Abstract 16182: The Association of Glomerular Filtration Rate and Albuminuria With Incident Hypertension: The Atherosclerosis Risk in Communities (ARIC) Study
Introduction: Basic studies suggest that kidney dysfunction predates essential hypertension. However, only two epidemiological studies evaluated the most important kidney measures, estimate glomerular filtration rate (eGFR) and albuminuria, simultaneously regarding their associations with incident hypertension, with conflicting results.
Hypothesis: Both low eGFR and high albuminuria are associated with incident hypertension independently of each other and potential confounders.
Methods: We studied 5,373 participants of the ARIC Study without a history of cardiovascular disease or prevalent hypertension at baseline (4th ARIC visit, 1996–98), defined as blood pressure ≥140/90 mmHg or self-reported medications for hypertension. Incident hypertension was defined as diagnosed hypertension or medications for hypertension self-reported via annual phone calls. We used Cox proportional hazards models to estimate hazard ratios (HRs) of incident hypertension by categories of eGFR and urine albumin:creatinine ratio (UACR).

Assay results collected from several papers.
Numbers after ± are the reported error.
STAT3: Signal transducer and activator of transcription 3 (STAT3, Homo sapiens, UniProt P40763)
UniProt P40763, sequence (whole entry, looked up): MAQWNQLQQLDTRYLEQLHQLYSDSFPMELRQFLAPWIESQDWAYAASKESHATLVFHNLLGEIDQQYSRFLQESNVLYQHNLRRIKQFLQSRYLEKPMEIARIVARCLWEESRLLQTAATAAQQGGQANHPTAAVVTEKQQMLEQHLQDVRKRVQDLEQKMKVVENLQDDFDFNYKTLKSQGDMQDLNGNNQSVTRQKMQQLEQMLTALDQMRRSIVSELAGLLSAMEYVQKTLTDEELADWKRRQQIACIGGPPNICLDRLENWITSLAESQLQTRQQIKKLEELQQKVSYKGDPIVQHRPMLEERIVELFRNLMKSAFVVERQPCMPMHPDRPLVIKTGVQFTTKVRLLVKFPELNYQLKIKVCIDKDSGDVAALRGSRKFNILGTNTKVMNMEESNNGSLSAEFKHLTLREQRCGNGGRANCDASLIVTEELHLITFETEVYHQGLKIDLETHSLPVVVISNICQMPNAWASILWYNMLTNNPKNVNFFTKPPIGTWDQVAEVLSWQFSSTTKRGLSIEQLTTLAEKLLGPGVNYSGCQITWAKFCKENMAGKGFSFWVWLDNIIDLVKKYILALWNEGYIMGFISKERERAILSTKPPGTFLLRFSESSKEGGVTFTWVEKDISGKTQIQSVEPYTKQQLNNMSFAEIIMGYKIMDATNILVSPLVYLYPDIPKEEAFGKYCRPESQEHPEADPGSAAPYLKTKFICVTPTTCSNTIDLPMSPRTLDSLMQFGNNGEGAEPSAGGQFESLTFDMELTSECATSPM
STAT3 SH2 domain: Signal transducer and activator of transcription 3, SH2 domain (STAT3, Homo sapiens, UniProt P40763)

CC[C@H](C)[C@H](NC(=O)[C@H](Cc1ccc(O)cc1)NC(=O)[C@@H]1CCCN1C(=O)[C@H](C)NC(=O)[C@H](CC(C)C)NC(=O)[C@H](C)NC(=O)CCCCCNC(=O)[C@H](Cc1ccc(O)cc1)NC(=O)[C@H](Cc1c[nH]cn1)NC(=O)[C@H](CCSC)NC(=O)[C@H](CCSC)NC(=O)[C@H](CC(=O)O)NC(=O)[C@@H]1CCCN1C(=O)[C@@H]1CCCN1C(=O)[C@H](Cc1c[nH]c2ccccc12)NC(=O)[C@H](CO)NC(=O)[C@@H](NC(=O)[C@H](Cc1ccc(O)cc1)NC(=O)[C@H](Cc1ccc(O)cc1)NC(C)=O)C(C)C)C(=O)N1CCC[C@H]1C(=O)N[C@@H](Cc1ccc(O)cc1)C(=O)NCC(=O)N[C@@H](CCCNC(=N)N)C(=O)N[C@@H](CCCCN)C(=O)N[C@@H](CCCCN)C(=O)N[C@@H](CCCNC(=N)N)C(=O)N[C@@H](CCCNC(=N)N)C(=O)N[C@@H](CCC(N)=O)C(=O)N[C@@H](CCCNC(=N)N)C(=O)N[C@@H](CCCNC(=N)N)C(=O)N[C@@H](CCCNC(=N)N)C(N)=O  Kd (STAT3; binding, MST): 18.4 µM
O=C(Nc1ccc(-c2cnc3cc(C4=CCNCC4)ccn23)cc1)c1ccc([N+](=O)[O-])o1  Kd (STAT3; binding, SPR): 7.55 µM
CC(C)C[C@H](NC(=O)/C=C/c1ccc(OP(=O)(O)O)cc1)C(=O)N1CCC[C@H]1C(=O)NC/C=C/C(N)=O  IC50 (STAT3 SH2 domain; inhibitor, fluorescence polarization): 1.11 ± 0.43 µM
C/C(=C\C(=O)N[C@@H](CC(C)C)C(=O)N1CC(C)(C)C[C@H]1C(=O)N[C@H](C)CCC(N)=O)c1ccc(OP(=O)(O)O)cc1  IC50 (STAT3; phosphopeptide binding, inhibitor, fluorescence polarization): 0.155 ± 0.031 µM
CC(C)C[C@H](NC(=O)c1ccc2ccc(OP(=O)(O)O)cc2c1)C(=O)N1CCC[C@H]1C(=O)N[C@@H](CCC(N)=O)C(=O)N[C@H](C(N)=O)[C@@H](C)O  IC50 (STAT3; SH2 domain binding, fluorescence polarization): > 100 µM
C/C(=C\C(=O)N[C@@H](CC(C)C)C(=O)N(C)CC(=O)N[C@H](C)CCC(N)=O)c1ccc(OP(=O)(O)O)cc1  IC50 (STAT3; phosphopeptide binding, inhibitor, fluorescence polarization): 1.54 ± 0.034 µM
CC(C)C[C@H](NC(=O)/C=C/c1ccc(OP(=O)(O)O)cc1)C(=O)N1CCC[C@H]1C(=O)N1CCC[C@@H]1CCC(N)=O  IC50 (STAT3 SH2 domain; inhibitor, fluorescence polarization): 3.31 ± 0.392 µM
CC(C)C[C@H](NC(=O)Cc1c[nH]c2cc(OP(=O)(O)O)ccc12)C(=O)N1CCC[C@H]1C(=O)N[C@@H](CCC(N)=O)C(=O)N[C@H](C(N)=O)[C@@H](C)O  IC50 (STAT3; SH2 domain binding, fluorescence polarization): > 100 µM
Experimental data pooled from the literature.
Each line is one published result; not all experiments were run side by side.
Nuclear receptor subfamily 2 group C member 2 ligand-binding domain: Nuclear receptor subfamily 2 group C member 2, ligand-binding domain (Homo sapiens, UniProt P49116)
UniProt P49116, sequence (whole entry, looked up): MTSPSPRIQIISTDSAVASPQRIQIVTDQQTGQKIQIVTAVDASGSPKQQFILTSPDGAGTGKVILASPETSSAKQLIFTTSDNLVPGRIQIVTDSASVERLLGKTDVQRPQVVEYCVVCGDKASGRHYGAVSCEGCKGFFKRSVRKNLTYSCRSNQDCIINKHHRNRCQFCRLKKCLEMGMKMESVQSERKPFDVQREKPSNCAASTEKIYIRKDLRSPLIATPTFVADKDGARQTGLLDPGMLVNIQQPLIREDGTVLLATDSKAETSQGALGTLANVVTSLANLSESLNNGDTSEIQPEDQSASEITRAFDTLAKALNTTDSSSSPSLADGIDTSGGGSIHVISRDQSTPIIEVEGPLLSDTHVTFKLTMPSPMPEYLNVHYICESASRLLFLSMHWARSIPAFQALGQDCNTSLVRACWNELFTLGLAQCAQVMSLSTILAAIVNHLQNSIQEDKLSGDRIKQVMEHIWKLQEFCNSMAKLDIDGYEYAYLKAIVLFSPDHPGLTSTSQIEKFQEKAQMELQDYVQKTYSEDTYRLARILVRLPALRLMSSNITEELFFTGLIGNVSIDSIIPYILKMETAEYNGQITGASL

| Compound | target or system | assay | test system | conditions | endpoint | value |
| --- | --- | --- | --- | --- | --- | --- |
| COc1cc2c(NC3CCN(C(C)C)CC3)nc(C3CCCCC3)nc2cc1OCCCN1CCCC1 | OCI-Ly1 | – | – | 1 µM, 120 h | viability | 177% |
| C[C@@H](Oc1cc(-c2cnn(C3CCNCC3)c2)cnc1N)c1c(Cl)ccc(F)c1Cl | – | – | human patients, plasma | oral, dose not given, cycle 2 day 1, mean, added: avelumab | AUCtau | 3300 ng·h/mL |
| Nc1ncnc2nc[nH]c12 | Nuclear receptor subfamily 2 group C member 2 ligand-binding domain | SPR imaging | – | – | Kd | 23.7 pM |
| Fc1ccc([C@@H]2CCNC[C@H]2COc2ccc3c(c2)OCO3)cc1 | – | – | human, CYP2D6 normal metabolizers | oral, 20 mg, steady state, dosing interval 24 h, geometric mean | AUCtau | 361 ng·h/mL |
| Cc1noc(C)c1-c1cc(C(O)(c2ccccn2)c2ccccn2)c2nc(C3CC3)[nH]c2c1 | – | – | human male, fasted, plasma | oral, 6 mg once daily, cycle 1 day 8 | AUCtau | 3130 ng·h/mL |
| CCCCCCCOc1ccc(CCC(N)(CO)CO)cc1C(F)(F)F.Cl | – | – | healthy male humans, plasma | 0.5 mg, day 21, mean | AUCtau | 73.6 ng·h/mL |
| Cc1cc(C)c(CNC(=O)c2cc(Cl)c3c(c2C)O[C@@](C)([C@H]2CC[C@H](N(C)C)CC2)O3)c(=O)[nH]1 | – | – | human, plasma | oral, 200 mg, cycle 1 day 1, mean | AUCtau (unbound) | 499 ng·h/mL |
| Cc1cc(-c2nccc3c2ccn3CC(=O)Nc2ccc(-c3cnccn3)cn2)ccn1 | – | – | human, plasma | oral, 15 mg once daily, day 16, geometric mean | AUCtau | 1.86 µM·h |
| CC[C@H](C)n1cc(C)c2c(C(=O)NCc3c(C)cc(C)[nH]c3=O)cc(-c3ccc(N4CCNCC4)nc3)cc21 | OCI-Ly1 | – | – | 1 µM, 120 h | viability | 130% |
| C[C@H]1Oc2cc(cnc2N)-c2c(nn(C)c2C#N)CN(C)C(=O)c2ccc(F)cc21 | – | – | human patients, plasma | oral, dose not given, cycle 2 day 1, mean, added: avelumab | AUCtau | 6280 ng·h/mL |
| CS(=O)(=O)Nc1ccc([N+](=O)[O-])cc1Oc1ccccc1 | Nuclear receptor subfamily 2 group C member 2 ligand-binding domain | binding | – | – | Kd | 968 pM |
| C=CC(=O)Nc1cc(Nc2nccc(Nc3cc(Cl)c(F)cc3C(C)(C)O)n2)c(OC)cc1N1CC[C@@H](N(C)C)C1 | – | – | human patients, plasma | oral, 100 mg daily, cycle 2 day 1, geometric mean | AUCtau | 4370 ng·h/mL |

Results: Participants who were excluded due to hypertension at baseline had lower eGFR and higher albuminuria compared with those who were included in this analysis. A total of 2,433 cases of incident hypertension developed during a median follow-up of 7.4 years (incidence rate 69/1,000 person-years). Adjusted HR of incident hypertension rose progressively across categories of UACR ≥5 mg/g (Table). In contrast, no significant HRs were observed for eGFR. Further adjustment for each kidney measure did not alter the results. Importantly, similar results were obtained even when participants with prehypertension (120–139/80–89 mmHg) were excluded.
Conclusions: Elevated albuminuria even in the range currently considered normal (<30 mg/g), but not eGFR, was associated with incident hypertension in a graded manner, suggesting that kidney or vasculature damage expressed as albuminuria is a predictor of incident hypertension.
- © 2010 by American Heart Association, Inc.